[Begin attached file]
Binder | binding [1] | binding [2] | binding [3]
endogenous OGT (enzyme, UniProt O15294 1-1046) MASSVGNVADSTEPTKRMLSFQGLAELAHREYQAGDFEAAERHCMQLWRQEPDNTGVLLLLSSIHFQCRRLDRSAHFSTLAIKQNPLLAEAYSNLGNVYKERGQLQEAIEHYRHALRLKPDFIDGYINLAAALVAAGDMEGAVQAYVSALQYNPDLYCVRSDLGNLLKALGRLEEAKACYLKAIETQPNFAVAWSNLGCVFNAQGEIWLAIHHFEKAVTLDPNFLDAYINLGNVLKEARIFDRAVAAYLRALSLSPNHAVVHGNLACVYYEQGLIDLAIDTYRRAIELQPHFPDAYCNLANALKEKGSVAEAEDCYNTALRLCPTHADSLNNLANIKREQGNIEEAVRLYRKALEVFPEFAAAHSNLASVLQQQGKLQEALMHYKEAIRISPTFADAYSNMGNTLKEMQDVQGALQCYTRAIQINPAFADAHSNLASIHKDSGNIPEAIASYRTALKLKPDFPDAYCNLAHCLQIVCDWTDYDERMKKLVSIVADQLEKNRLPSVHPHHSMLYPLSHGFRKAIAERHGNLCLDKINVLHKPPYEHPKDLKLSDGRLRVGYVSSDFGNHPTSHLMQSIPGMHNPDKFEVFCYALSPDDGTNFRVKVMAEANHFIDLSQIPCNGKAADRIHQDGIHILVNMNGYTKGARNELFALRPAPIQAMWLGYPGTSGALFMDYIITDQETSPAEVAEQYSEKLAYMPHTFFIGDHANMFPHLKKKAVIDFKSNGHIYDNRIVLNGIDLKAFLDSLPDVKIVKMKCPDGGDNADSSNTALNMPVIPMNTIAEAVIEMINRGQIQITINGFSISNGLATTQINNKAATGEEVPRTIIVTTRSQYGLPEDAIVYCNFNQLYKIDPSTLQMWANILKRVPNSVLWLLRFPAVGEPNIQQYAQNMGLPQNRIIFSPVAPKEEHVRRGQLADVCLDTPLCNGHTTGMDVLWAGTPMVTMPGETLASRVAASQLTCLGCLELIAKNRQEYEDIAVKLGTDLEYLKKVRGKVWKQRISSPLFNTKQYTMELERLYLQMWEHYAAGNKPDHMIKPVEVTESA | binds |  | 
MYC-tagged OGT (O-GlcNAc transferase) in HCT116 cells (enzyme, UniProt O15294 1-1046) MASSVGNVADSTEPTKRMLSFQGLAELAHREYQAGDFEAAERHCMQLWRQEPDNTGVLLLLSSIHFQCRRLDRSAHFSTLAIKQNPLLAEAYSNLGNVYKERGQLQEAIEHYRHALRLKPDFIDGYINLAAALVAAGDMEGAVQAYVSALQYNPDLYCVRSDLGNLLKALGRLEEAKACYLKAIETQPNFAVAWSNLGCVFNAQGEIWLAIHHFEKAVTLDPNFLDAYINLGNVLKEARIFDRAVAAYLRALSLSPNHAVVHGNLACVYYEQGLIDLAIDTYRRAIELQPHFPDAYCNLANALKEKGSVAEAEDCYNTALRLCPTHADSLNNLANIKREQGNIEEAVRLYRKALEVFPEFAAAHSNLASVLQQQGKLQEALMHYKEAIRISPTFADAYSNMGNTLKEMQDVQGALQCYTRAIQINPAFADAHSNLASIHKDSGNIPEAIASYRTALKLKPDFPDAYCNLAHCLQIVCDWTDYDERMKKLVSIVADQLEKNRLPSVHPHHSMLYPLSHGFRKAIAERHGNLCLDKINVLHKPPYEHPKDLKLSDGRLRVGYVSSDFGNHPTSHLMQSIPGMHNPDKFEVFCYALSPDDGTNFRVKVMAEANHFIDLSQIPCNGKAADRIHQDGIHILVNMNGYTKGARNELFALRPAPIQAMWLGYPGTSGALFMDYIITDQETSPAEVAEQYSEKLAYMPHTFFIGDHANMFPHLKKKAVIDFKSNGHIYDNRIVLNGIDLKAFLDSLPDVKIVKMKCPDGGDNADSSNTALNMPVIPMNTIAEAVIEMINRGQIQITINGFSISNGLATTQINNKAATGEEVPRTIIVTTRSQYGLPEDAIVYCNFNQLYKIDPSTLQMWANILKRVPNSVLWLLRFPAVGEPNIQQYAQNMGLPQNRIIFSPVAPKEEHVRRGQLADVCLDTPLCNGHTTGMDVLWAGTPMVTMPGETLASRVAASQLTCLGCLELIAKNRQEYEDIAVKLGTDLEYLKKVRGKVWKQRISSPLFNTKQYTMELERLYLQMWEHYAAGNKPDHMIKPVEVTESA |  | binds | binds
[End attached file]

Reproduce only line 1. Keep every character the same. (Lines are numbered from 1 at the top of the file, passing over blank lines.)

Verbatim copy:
Binder | binding [1] | binding [2] | binding [3]